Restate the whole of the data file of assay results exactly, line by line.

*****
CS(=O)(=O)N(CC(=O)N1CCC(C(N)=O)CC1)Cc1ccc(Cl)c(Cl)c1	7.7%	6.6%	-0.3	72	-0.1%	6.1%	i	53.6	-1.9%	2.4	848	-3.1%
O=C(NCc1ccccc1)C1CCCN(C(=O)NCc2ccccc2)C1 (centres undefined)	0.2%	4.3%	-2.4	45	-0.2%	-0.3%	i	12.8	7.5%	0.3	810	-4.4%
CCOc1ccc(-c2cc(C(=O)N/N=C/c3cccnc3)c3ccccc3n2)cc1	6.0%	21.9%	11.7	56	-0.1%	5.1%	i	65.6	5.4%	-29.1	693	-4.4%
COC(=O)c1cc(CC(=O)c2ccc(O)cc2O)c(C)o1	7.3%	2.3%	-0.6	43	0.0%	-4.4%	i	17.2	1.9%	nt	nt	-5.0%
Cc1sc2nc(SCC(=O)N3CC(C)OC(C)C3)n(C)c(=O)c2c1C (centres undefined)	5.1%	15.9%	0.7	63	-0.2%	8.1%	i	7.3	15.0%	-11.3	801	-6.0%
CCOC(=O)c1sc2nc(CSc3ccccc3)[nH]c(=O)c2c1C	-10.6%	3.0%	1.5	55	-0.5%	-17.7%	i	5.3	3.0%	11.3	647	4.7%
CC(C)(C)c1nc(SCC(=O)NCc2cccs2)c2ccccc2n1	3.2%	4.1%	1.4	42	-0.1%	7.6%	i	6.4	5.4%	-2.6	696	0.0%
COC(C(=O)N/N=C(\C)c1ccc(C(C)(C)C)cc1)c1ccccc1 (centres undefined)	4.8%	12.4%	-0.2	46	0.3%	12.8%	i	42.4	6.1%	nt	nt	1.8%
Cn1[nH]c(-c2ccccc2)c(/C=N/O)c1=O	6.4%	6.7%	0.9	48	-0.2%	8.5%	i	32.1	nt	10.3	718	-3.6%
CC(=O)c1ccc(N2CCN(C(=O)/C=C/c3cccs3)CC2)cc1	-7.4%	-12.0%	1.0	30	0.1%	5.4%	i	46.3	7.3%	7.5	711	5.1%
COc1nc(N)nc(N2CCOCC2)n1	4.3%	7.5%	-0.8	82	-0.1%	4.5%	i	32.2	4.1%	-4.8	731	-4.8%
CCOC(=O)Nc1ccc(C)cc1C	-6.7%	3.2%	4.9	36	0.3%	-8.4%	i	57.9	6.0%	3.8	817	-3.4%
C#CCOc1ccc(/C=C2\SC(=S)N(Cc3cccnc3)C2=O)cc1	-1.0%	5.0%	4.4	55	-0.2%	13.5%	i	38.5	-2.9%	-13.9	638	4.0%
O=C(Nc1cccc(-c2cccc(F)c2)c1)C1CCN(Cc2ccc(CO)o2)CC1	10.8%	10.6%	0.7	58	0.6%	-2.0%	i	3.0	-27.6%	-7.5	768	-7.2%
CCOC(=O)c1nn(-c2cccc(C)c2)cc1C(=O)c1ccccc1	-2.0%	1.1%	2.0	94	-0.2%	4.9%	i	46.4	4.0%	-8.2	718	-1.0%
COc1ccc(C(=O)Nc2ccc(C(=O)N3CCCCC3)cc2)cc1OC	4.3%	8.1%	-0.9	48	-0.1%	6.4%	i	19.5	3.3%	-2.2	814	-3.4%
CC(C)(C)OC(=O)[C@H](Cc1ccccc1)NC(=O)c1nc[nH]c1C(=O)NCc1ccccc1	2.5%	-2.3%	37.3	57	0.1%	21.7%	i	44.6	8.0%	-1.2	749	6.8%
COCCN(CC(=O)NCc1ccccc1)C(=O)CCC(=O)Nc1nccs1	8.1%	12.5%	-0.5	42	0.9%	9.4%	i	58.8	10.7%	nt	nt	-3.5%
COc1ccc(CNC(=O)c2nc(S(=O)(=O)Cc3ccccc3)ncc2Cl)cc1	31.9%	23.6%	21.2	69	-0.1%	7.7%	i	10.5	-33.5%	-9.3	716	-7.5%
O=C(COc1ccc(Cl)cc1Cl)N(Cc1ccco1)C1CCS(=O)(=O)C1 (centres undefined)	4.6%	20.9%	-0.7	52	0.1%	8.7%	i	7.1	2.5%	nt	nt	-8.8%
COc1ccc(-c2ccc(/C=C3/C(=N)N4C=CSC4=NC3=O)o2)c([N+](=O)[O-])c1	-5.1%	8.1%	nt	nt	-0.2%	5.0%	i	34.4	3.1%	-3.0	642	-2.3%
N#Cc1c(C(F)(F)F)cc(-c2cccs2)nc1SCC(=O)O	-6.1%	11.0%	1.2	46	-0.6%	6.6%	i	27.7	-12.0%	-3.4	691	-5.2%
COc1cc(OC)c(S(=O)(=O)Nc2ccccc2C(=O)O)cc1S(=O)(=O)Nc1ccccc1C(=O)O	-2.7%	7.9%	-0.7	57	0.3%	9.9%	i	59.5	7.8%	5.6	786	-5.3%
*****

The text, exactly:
CS(=O)(=O)N(CC(=O)N1CCC(C(N)=O)CC1)Cc1ccc(Cl)c(Cl)c1	7.7%	6.6%	-0.3	72	-0.1%	6.1%	i	53.6	-1.9%	2.4	848	-3.1%
O=C(NCc1ccccc1)C1CCCN(C(=O)NCc2ccccc2)C1 (centres undefined)	0.2%	4.3%	-2.4	45	-0.2%	-0.3%	i	12.8	7.5%	0.3	810	-4.4%
CCOc1ccc(-c2cc(C(=O)N/N=C/c3cccnc3)c3ccccc3n2)cc1	6.0%	21.9%	11.7	56	-0.1%	5.1%	i	65.6	5.4%	-29.1	693	-4.4%
COC(=O)c1cc(CC(=O)c2ccc(O)cc2O)c(C)o1	7.3%	2.3%	-0.6	43	0.0%	-4.4%	i	17.2	1.9%	nt	nt	-5.0%
Cc1sc2nc(SCC(=O)N3CC(C)OC(C)C3)n(C)c(=O)c2c1C (centres undefined)	5.1%	15.9%	0.7	63	-0.2%	8.1%	i	7.3	15.0%	-11.3	801	-6.0%
CCOC(=O)c1sc2nc(CSc3ccccc3)[nH]c(=O)c2c1C	-10.6%	3.0%	1.5	55	-0.5%	-17.7%	i	5.3	3.0%	11.3	647	4.7%
CC(C)(C)c1nc(SCC(=O)NCc2cccs2)c2ccccc2n1	3.2%	4.1%	1.4	42	-0.1%	7.6%	i	6.4	5.4%	-2.6	696	0.0%
COC(C(=O)N/N=C(\C)c1ccc(C(C)(C)C)cc1)c1ccccc1 (centres undefined)	4.8%	12.4%	-0.2	46	0.3%	12.8%	i	42.4	6.1%	nt	nt	1.8%
Cn1[nH]c(-c2ccccc2)c(/C=N/O)c1=O	6.4%	6.7%	0.9	48	-0.2%	8.5%	i	32.1	nt	10.3	718	-3.6%
CC(=O)c1ccc(N2CCN(C(=O)/C=C/c3cccs3)CC2)cc1	-7.4%	-12.0%	1.0	30	0.1%	5.4%	i	46.3	7.3%	7.5	711	5.1%
COc1nc(N)nc(N2CCOCC2)n1	4.3%	7.5%	-0.8	82	-0.1%	4.5%	i	32.2	4.1%	-4.8	731	-4.8%
CCOC(=O)Nc1ccc(C)cc1C	-6.7%	3.2%	4.9	36	0.3%	-8.4%	i	57.9	6.0%	3.8	817	-3.4%
C#CCOc1ccc(/C=C2\SC(=S)N(Cc3cccnc3)C2=O)cc1	-1.0%	5.0%	4.4	55	-0.2%	13.5%	i	38.5	-2.9%	-13.9	638	4.0%
O=C(Nc1cccc(-c2cccc(F)c2)c1)C1CCN(Cc2ccc(CO)o2)CC1	10.8%	10.6%	0.7	58	0.6%	-2.0%	i	3.0	-27.6%	-7.5	768	-7.2%
CCOC(=O)c1nn(-c2cccc(C)c2)cc1C(=O)c1ccccc1	-2.0%	1.1%	2.0	94	-0.2%	4.9%	i	46.4	4.0%	-8.2	718	-1.0%
COc1ccc(C(=O)Nc2ccc(C(=O)N3CCCCC3)cc2)cc1OC	4.3%	8.1%	-0.9	48	-0.1%	6.4%	i	19.5	3.3%	-2.2	814	-3.4%
CC(C)(C)OC(=O)[C@H](Cc1ccccc1)NC(=O)c1nc[nH]c1C(=O)NCc1ccccc1	2.5%	-2.3%	37.3	57	0.1%	21.7%	i	44.6	8.0%	-1.2	749	6.8%
COCCN(CC(=O)NCc1ccccc1)C(=O)CCC(=O)Nc1nccs1	8.1%	12.5%	-0.5	42	0.9%	9.4%	i	58.8	10.7%	nt	nt	-3.5%
COc1ccc(CNC(=O)c2nc(S(=O)(=O)Cc3ccccc3)ncc2Cl)cc1	31.9%	23.6%	21.2	69	-0.1%	7.7%	i	10.5	-33.5%	-9.3	716	-7.5%
O=C(COc1ccc(Cl)cc1Cl)N(Cc1ccco1)C1CCS(=O)(=O)C1 (centres undefined)	4.6%	20.9%	-0.7	52	0.1%	8.7%	i	7.1	2.5%	nt	nt	-8.8%
COc1ccc(-c2ccc(/C=C3/C(=N)N4C=CSC4=NC3=O)o2)c([N+](=O)[O-])c1	-5.1%	8.1%	nt	nt	-0.2%	5.0%	i	34.4	3.1%	-3.0	642	-2.3%
N#Cc1c(C(F)(F)F)cc(-c2cccs2)nc1SCC(=O)O	-6.1%	11.0%	1.2	46	-0.6%	6.6%	i	27.7	-12.0%	-3.4	691	-5.2%
COc1cc(OC)c(S(=O)(=O)Nc2ccccc2C(=O)O)cc1S(=O)(=O)Nc1ccccc1C(=O)O	-2.7%	7.9%	-0.7	57	0.3%	9.9%	i	59.5	7.8%	5.6	786	-5.3%